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The Supreme Court closes the book on a Trump-era policy that kept immigrants from obtaining essential government benefits

The Supreme Court closes the book on a Trump-era policy that kept immigrants from obtaining essential government benefits

Picture of Jacqueline García
The Supreme Court building - a white building with roman columns.
Photo by ALEX EDELMAN, AFP via Getty Images

In 2021, President Joe Biden threw out a Trump administration rule that had a crushing impact on immigrants. Known as the public charge rule, it allowed the government to deny green cards to people who received Medicaid, food stamps, rental support and other essential non-cash aid.

But even though the rule was gone it cast a long shadow. Surveys showed that most immigrant households in the country did not know it had been rescinded, said Daniel Sharp, chief of Los Angeles County Office of Immigrant Affairs. And those who understood the rule had been lifted wrestled with the possibility it could be reinstated, because more than a dozen states sued to do just that. Whether because they mistakenly believed the public charge rule remained in effect, or they felt vulnerable while the legal battle dragged on, many immigrants did not take part in government programs their households desperately needed even though public charge rules cannot be enforced retroactively.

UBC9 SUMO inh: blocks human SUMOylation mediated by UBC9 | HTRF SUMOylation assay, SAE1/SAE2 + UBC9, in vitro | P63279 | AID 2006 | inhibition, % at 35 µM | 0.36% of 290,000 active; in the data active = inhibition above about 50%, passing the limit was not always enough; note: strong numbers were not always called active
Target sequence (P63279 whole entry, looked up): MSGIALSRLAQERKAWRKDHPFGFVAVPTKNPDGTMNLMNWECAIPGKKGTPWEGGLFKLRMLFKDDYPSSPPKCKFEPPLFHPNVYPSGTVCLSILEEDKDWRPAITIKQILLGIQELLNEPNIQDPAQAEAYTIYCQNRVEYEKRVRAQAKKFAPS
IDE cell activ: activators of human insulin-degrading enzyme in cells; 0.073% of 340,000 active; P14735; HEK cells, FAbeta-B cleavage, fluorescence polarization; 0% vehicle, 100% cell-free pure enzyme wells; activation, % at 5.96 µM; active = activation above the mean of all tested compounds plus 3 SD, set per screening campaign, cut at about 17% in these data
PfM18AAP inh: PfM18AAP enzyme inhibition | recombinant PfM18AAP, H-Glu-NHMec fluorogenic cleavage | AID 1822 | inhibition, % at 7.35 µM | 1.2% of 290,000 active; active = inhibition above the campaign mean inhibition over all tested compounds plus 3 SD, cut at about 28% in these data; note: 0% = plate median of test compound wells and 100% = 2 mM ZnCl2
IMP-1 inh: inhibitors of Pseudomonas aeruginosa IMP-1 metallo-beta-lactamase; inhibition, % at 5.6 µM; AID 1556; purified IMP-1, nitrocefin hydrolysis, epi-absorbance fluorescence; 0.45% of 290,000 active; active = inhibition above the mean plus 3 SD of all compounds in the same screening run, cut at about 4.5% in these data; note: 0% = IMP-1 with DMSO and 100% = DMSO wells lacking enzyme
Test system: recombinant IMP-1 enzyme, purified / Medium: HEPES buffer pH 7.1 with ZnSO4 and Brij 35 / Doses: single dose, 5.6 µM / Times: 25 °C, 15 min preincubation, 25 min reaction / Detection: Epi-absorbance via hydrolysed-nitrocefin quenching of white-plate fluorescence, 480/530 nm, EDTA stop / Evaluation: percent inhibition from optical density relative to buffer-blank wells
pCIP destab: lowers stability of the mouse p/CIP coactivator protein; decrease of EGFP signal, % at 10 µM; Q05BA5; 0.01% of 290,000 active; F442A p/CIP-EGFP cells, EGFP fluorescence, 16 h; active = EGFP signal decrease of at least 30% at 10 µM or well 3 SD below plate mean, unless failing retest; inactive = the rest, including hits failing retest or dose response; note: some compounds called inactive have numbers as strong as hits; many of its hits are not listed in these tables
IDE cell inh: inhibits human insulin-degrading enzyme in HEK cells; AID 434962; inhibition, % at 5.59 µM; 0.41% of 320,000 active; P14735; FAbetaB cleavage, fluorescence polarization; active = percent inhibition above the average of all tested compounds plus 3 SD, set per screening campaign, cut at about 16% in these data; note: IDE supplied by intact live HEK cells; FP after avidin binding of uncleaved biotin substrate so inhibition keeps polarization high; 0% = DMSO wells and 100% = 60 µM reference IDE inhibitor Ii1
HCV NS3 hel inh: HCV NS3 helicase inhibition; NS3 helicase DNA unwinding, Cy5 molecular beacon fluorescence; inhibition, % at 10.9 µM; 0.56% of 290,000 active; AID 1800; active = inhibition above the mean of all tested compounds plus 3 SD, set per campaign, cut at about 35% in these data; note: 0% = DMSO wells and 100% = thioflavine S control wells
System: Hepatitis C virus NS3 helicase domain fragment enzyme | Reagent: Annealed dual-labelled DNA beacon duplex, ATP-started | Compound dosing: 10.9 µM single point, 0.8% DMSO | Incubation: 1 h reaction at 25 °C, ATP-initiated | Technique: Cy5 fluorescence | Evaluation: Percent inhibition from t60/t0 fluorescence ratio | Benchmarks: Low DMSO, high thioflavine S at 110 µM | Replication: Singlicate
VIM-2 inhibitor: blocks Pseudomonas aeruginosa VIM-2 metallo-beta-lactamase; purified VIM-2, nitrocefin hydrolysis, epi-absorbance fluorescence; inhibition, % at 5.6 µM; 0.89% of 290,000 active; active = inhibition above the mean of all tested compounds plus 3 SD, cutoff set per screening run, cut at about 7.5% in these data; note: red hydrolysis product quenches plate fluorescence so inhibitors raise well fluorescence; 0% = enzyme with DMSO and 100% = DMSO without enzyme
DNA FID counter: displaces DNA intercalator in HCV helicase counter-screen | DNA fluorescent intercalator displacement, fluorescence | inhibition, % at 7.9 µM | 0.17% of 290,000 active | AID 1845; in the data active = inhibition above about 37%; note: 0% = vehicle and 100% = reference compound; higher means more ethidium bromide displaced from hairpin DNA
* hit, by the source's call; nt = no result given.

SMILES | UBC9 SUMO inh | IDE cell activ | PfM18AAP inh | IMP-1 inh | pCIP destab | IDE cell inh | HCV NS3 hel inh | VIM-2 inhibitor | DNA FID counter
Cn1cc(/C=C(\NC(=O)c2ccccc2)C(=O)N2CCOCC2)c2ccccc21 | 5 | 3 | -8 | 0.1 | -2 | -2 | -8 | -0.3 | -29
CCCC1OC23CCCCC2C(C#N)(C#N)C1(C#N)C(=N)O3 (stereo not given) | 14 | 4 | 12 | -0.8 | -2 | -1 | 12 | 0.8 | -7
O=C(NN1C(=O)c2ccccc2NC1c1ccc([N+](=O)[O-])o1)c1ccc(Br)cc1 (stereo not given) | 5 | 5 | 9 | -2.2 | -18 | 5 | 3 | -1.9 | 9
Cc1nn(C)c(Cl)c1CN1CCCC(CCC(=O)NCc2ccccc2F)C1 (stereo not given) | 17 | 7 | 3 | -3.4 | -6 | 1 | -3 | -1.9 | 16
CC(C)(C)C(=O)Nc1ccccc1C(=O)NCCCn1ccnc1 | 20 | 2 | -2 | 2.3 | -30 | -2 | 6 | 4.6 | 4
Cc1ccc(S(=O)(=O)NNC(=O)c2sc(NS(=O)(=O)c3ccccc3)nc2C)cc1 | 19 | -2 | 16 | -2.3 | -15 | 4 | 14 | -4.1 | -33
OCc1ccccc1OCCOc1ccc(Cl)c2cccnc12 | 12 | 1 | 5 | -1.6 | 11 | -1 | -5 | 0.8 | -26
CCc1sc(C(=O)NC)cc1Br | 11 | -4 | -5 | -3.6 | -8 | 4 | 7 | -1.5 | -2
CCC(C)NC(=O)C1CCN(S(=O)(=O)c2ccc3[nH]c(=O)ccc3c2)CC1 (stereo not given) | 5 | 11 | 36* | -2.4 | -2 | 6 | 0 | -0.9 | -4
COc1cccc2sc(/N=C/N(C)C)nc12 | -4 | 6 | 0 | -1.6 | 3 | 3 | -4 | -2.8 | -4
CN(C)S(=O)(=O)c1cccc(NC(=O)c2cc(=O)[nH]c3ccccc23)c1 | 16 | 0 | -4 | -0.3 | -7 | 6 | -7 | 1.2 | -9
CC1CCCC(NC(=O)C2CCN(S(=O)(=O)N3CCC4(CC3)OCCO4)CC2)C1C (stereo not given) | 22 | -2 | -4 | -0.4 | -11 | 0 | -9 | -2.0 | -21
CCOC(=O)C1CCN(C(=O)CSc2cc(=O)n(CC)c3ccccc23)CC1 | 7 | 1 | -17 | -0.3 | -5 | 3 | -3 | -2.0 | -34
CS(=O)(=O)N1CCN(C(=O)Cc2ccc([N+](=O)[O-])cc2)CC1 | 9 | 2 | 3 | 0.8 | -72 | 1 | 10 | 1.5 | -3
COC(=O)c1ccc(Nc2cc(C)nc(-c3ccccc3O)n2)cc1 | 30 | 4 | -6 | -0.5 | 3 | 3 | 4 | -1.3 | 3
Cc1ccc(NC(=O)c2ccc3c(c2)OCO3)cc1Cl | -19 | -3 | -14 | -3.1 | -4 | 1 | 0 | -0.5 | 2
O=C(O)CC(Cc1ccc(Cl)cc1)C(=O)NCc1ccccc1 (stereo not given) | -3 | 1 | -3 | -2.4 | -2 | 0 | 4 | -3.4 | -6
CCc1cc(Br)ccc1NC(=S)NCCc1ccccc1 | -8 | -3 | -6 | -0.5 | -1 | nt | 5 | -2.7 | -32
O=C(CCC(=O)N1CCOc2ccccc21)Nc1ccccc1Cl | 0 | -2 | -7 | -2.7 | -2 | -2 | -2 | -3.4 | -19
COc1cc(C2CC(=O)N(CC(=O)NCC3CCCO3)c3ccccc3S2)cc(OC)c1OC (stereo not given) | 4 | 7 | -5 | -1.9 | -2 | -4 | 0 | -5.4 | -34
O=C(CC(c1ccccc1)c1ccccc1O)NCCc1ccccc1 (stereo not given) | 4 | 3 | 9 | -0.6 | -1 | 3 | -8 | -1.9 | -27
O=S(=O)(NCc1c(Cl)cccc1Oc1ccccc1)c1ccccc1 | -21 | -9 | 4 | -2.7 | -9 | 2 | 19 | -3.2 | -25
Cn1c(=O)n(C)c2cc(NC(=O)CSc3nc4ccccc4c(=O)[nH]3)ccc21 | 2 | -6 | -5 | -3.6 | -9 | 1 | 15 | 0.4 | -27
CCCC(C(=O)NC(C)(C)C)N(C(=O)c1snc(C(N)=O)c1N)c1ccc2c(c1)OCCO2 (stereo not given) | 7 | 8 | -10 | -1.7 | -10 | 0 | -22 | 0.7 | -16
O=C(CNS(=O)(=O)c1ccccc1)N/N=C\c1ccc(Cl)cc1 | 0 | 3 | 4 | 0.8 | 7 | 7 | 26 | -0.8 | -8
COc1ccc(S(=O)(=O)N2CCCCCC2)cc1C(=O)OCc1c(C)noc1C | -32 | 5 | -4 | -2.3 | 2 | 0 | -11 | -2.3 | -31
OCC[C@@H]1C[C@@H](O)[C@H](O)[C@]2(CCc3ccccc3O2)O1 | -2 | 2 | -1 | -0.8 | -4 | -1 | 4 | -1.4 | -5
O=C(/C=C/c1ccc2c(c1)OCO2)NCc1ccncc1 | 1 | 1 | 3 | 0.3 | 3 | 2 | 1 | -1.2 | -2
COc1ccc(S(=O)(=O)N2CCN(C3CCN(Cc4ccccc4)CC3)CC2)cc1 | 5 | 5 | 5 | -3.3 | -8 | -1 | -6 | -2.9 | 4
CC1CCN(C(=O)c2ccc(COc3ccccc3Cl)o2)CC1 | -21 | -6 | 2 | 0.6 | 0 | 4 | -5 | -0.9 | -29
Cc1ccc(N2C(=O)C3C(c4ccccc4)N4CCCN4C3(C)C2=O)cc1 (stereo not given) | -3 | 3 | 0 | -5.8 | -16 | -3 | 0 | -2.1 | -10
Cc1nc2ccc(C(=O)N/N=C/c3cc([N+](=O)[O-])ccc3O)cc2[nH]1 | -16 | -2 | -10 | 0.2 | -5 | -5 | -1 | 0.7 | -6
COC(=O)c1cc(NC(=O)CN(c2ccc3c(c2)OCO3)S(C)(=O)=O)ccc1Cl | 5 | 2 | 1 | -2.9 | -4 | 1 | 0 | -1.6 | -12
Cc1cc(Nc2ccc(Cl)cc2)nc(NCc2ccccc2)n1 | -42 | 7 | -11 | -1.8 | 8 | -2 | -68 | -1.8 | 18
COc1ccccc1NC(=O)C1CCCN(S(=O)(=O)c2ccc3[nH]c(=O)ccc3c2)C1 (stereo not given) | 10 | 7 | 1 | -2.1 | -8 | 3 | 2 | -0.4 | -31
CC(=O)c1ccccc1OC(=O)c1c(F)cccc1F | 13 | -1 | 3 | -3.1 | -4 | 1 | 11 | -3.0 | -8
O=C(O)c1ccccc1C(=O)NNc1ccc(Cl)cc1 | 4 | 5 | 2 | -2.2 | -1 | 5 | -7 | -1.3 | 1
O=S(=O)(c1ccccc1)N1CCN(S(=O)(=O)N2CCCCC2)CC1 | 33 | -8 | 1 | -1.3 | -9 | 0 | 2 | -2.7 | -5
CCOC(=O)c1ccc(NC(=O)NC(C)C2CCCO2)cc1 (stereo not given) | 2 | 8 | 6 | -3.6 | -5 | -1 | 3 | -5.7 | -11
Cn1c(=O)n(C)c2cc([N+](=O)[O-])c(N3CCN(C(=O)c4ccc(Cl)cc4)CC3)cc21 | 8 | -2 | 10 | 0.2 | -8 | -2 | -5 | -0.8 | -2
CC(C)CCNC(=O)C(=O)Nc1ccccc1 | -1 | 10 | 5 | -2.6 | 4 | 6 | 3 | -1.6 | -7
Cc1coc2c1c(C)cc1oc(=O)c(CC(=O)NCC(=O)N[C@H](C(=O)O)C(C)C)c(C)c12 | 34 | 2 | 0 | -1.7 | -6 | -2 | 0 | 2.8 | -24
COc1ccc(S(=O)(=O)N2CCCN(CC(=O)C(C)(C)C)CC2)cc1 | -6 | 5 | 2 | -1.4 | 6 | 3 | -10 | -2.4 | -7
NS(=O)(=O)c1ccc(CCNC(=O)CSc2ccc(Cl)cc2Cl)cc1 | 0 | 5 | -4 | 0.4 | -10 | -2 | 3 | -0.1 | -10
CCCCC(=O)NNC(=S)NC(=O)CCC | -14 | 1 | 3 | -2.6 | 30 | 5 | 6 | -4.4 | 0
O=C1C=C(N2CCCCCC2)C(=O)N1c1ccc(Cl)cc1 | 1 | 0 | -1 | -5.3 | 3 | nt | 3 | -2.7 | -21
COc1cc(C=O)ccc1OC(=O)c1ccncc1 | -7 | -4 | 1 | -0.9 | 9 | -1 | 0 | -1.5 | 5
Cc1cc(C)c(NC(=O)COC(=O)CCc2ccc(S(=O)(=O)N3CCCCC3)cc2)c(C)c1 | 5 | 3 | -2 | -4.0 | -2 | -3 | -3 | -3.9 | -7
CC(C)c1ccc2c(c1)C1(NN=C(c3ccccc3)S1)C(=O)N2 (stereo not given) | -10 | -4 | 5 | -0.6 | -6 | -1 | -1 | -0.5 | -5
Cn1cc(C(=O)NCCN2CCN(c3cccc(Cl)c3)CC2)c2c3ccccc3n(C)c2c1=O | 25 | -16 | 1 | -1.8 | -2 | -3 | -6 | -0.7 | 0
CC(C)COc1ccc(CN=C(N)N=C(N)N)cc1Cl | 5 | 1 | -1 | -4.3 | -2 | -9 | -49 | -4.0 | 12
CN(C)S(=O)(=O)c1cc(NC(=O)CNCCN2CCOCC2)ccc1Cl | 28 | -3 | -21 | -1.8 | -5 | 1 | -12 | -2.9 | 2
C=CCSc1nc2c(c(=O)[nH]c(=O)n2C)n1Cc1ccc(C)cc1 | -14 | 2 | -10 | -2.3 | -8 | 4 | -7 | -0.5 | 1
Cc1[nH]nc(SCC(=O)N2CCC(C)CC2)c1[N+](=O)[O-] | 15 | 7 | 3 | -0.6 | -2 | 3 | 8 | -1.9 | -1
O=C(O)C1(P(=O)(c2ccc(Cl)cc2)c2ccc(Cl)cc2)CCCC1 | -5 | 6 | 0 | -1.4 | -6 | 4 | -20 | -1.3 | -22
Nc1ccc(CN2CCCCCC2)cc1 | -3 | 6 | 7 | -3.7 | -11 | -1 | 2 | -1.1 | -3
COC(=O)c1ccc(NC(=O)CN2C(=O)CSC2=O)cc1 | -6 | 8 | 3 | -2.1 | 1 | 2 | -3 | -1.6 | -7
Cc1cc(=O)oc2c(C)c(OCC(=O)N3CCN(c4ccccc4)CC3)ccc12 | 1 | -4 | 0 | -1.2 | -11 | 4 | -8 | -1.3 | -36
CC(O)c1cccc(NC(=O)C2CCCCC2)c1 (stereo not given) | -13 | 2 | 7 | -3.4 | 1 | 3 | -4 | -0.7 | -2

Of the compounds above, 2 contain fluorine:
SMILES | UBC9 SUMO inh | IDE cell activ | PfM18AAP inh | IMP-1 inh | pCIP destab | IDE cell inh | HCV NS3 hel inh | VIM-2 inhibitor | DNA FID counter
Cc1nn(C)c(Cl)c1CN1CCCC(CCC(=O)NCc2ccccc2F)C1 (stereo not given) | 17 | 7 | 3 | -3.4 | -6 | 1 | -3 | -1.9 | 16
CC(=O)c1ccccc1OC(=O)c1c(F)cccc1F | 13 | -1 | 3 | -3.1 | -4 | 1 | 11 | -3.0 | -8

Last week, the U.S. Supreme Court rejected the states’ effort by preserve the Trump rule. The decision, in  Arizona v. City and County of San Francisco, ensures that eligible immigrant families can use certain safety-net programs without hurting their chances for legal residency.

“Households can safely access housing, nutrition, and many other benefits without concern for an impact on their immigration status,” Sharp said.

Longstanding federal regulations have allowed immigration authorities to deny green cards to people deemed likely to become a public charge because they received cash benefits such as General Assistance of Supplemental Security Income, SSI. The Trump rule, finalized in late February 2020, expanded the definition of public charge to include recipients of non-cash assistance. Immigrant advocates predicted the rule would not only make it more difficult to obtain a green card, but also have a chilling effect on immigrant participation in government programs for people with low incomes.

Research bore that out. Census data showed that participation in programs such as Medicaid and food stamps declined among non-citizens and their U.S.-born children after the rule took effect, which, coincidentally, occurred just as the COVID-19 pandemic took off. 

The Supreme Court decision comes as a relief to people like 33-year-old Gina, who emigrated from Russia 10 years ago and is in the process of obtaining her legal permanent residency. She is a stay-at-home mom of a 1-year-old daughter. The family is struggling to get by on her husband’s income.